Ultimately, the judge has greater authority to control a CPS lawsuit involving an allegation of abuse or neglect to a child. However, the judge's authority is limited to only address requests and evidence that are present to the Court, so many decisions get made by CPS without the judge even knowing about it.
In the context of a CPS lawsuit, the judge must ultimately determine what is in the "best interest" of the child. Those two words--best interest--are packed with a ton of meaning, which is further explained here. All of the parties to a lawsuit will try to convince the judge about what is in the "best interest" of the child. When the parties agree, the judge's decision is simple. When the parties disagree, the judge gets to ultimately decide, and the judge is not bound by what CPS wants.
But CPS must routinely make decisions without having to resort to obtaining a judge's order. This interplay between CPS and the judge's decision making authority can be complicated, and may be best understand with an example:
Lets say that a child has been removed from the parent's home due to allegations of abuse and neglect. The child was placed in foster care, but the maternal grandparents later come forward and tell CPS that they want to care for the child. CPS has some work to do. CPS has to ask some questions, run some background checks, take a look at the grandparent's home, and follow the other procedures that CPS has for making a placement change. Then, a decision has to be made. At this point in the lawsuit, the children's parents will typically have attorneys and the child will have an attorney ad litem and may also have a guardian ad litem. There may also be parties that have intervened in the CPS suit and now have a "seat at the table" (e.g., the maternal grandparents or the foster parents). If all of the parties agree that the placement change is in the best interest of the child, then CPS will often make the placement change without the judge knowing about it or having to order it. If the parties disagree, or CPS has unmitigated concerns about the child or the grandparents, then the issue of a placement change will likely go in front of the judge and the judge will have to determine whether or not the placement change is in the child's best interest.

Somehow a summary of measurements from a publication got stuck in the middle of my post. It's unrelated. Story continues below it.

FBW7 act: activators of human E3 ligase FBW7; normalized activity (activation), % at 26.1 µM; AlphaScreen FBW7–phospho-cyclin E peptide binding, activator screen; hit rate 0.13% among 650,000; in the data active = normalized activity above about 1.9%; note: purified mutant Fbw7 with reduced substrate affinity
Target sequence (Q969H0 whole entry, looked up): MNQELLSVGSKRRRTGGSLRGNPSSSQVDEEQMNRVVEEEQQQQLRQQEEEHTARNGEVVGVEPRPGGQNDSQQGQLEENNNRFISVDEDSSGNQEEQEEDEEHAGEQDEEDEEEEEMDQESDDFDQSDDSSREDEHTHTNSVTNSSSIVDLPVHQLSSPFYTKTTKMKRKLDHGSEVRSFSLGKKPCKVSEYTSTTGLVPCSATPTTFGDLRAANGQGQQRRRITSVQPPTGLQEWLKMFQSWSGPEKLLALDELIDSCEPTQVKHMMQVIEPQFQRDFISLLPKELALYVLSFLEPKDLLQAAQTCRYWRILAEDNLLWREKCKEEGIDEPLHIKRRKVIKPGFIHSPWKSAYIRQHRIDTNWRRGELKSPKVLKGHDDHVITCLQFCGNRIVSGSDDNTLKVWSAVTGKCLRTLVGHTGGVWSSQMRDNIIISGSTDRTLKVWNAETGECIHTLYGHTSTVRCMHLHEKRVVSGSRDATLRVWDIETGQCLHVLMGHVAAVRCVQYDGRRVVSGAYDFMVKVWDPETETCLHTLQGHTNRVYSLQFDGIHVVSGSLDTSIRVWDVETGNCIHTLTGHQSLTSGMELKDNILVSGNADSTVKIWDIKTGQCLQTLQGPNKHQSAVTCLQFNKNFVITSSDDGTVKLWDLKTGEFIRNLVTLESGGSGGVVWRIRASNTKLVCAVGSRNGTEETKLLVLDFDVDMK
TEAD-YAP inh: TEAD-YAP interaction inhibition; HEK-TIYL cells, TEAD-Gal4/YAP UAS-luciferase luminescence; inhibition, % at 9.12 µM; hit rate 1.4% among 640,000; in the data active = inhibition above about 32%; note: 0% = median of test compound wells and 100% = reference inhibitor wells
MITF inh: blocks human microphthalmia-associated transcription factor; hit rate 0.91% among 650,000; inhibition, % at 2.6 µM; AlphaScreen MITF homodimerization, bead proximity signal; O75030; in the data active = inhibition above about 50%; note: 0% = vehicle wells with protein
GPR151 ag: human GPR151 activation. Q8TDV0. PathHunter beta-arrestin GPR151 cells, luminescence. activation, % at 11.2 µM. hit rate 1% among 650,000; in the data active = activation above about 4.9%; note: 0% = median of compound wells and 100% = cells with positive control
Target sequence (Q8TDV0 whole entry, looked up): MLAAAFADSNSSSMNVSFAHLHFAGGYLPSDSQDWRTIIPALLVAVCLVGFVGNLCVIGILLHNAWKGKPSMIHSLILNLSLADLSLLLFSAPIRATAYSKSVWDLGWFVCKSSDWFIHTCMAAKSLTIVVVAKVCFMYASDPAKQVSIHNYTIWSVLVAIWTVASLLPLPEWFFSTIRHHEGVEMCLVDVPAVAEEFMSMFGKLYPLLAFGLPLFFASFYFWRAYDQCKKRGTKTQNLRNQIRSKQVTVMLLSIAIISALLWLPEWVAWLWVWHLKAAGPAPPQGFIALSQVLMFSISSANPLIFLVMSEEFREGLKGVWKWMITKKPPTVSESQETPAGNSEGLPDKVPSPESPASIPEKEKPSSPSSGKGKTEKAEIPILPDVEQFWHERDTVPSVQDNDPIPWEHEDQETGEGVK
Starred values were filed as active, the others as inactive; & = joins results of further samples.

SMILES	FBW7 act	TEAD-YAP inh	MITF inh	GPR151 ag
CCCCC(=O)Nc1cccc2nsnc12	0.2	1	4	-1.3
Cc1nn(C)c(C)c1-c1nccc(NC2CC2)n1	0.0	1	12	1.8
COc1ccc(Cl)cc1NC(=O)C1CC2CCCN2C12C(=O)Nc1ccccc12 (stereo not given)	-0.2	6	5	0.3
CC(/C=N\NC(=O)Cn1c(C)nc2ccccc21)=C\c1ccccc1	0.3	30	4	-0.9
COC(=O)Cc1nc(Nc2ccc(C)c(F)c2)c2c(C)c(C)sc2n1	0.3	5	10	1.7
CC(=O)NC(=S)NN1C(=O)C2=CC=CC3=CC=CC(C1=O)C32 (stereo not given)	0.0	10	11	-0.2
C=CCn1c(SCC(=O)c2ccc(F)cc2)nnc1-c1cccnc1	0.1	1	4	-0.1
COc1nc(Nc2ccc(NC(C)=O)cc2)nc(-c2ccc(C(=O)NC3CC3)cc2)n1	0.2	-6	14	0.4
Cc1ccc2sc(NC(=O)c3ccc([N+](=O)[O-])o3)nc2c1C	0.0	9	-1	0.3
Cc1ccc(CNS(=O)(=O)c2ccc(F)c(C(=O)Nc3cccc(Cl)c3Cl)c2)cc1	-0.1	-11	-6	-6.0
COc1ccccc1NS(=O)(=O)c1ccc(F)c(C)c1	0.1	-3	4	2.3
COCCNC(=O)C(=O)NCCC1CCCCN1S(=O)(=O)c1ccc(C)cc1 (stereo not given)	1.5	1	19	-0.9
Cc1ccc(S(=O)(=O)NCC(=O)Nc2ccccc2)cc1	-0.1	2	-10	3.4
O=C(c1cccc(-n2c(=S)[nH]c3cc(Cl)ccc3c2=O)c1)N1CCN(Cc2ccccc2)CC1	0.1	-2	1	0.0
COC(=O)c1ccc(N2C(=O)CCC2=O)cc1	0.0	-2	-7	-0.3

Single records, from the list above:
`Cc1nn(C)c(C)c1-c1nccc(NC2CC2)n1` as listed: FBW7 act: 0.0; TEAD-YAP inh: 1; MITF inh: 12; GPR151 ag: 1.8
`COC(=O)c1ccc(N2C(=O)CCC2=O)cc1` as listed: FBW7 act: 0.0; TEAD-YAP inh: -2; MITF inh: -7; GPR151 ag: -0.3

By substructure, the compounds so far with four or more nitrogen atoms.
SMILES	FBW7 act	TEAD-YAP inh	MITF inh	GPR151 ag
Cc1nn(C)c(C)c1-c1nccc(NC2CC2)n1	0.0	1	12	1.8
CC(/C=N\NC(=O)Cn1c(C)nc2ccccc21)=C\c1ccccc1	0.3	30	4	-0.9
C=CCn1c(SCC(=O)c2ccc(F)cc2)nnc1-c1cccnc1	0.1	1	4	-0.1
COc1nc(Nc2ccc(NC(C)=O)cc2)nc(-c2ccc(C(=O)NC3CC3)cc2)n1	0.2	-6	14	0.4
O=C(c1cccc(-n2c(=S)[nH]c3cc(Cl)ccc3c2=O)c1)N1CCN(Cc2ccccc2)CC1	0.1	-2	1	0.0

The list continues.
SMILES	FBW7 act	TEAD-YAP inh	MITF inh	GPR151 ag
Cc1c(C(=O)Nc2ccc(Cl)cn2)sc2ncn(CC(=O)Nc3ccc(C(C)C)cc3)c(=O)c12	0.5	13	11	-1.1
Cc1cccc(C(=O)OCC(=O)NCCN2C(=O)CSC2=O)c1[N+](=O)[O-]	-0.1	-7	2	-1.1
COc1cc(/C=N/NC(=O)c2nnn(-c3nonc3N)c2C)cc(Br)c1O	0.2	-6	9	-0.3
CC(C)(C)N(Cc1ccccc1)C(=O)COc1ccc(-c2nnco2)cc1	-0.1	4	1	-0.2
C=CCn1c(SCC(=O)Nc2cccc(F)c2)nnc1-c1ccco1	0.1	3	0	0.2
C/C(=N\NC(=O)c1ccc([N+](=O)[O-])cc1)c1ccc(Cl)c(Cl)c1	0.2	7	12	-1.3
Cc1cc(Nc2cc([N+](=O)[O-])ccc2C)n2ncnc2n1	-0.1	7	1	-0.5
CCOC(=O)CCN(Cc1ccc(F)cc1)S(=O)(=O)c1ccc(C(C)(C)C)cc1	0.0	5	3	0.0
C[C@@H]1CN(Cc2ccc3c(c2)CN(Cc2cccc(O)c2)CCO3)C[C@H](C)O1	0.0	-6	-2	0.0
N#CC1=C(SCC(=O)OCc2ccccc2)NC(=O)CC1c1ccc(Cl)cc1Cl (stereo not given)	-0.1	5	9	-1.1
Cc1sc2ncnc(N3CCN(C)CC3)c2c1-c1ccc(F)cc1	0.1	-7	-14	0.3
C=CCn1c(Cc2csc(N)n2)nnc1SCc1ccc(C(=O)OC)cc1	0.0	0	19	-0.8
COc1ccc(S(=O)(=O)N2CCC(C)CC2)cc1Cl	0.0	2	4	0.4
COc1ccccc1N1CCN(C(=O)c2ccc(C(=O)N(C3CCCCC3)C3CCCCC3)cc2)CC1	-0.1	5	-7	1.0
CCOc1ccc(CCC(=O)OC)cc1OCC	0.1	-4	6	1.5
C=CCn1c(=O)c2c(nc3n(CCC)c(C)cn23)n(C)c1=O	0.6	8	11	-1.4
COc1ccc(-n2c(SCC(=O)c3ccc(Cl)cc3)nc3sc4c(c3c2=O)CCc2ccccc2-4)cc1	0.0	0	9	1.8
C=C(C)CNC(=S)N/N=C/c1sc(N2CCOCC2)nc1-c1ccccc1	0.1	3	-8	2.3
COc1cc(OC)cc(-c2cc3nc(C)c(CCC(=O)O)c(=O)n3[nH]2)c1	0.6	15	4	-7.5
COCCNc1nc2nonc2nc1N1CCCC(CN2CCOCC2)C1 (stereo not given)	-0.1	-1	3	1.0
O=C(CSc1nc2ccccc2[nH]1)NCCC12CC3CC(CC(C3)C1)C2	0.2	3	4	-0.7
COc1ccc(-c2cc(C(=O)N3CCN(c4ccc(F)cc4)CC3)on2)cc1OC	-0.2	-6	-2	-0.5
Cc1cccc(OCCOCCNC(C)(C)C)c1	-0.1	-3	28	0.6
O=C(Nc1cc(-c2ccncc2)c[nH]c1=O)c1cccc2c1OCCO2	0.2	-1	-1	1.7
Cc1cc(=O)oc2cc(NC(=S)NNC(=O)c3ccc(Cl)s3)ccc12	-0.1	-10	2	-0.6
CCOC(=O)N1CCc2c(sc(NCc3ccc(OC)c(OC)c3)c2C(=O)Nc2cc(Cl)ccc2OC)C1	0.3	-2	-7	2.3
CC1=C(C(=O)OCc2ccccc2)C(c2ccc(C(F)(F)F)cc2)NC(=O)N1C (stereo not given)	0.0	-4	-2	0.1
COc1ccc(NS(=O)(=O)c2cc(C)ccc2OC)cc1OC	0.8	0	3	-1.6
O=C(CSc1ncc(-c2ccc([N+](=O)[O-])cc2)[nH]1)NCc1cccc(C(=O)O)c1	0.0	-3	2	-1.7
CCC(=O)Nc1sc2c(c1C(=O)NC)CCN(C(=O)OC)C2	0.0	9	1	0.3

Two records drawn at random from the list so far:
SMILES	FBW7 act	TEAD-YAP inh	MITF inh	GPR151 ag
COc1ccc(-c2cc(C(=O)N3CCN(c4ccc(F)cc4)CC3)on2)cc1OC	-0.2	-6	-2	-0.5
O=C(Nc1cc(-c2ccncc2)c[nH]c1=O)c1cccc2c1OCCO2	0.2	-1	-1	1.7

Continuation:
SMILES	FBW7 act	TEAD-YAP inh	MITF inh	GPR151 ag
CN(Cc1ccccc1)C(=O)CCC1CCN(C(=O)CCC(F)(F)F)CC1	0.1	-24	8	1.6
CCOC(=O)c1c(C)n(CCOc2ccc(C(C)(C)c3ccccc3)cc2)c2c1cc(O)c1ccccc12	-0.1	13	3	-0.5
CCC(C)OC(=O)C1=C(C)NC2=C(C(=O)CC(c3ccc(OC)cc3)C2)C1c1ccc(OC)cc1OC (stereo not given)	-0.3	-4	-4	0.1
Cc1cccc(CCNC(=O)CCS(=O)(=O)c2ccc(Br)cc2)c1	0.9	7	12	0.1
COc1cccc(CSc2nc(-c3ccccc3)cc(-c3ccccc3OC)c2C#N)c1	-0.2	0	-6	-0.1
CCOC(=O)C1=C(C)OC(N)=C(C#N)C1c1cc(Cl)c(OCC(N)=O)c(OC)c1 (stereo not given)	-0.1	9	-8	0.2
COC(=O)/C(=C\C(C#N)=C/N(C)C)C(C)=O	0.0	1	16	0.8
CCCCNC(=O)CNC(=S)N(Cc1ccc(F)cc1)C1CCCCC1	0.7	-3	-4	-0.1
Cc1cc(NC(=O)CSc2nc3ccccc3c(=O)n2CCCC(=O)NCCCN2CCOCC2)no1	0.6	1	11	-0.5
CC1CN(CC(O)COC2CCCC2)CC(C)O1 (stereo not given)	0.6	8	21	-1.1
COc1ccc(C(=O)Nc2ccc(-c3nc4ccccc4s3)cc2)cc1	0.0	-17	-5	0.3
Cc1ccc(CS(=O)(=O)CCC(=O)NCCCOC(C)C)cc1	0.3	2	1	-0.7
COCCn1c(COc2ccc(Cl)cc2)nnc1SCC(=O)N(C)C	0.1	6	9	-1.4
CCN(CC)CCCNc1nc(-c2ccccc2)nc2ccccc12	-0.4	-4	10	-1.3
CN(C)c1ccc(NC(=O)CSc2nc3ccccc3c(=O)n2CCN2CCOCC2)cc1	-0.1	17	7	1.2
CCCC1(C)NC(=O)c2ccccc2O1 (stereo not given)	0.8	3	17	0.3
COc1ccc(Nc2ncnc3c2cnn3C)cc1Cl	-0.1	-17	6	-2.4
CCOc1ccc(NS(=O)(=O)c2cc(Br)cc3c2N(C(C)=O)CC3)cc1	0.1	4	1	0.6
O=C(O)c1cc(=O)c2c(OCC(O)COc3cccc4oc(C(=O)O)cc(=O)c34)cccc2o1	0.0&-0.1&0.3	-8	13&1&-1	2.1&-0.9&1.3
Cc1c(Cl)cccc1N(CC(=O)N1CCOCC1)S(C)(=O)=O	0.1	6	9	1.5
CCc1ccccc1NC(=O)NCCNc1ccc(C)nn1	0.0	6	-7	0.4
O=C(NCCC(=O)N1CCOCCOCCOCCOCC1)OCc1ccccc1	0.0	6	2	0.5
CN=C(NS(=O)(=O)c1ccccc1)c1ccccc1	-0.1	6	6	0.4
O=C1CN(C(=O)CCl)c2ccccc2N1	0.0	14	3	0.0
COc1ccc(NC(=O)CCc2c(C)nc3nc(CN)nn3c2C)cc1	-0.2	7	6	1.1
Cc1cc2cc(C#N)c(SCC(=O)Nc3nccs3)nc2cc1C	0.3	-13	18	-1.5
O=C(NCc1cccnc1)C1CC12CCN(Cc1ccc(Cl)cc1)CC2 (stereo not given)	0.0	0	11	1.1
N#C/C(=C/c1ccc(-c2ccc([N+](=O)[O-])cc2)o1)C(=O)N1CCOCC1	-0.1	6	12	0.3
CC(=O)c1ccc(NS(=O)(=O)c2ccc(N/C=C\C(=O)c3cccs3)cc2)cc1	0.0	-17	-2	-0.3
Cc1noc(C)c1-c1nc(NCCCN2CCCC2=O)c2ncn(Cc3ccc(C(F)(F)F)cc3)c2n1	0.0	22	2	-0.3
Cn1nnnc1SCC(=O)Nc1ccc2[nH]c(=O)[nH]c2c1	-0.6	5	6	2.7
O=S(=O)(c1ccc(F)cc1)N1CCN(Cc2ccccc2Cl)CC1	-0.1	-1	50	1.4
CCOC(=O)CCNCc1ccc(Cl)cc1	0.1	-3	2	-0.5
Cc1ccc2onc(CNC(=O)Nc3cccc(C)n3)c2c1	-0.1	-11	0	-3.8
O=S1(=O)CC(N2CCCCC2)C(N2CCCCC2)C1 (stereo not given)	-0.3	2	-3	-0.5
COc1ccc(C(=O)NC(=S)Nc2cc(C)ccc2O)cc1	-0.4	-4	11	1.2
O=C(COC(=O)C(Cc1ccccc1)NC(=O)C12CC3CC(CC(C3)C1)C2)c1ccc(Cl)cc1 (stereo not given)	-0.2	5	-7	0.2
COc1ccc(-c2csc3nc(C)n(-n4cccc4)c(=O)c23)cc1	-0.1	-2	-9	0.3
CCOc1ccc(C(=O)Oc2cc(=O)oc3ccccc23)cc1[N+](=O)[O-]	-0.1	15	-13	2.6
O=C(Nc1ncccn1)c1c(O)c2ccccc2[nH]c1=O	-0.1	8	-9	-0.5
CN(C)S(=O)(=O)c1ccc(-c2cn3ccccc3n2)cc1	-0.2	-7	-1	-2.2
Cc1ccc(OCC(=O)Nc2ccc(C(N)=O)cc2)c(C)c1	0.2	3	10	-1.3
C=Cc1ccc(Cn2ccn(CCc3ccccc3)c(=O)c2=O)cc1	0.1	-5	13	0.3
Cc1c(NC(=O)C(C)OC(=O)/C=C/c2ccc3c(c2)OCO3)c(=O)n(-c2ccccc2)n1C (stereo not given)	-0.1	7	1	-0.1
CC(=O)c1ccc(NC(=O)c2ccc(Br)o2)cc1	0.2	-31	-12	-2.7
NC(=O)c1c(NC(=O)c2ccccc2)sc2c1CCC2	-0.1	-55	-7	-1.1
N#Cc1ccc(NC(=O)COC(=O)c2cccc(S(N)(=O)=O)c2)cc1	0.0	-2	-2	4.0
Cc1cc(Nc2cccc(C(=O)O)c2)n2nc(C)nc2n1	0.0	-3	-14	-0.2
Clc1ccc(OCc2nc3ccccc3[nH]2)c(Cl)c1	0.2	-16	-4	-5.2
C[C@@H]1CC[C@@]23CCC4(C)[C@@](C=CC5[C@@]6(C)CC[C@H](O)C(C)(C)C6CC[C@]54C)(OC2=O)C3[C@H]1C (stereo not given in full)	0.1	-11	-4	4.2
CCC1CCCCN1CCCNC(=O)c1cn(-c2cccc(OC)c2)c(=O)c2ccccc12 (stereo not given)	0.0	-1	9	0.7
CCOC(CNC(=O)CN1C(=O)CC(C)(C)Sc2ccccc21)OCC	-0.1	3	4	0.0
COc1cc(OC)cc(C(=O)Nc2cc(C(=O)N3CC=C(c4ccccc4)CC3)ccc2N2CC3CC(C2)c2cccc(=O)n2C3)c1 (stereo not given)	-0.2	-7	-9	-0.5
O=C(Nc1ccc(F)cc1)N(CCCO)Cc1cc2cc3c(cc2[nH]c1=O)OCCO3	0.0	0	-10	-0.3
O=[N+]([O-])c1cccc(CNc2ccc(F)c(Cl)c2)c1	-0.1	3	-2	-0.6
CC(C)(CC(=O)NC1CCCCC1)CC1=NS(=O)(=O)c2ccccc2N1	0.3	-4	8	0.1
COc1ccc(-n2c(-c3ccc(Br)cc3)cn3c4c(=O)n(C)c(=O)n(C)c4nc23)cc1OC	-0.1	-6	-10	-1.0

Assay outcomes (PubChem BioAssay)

Family law can be complicated.
This blog contains some of the most common questions that our family law attorneys receive. Search or click below to learn more about common family law issues regarding divorce, child custody, adoption, and CPS.
- New Changes to CPS Statutes Effective 09/01/2021: Prioritization of Placement Decisions
- New Change to Child Support Effective 09/01/2021: Reduction in Support Requirements for Low-Income Earners
- What is a common law marriage in Texas?
- Can I be ordered to pay my spouse alimony (spousal maintenance)?
- Is my premarital agreement enforceable?
- What are "Initial Disclosures"?
- Should my spouse and I use the same lawyer for our divorce?
- What is Collaborative Family Law?
- Who has more power over a CPS case: The judge or CPS?
- Can I demand a jury trial on a suit involving a child?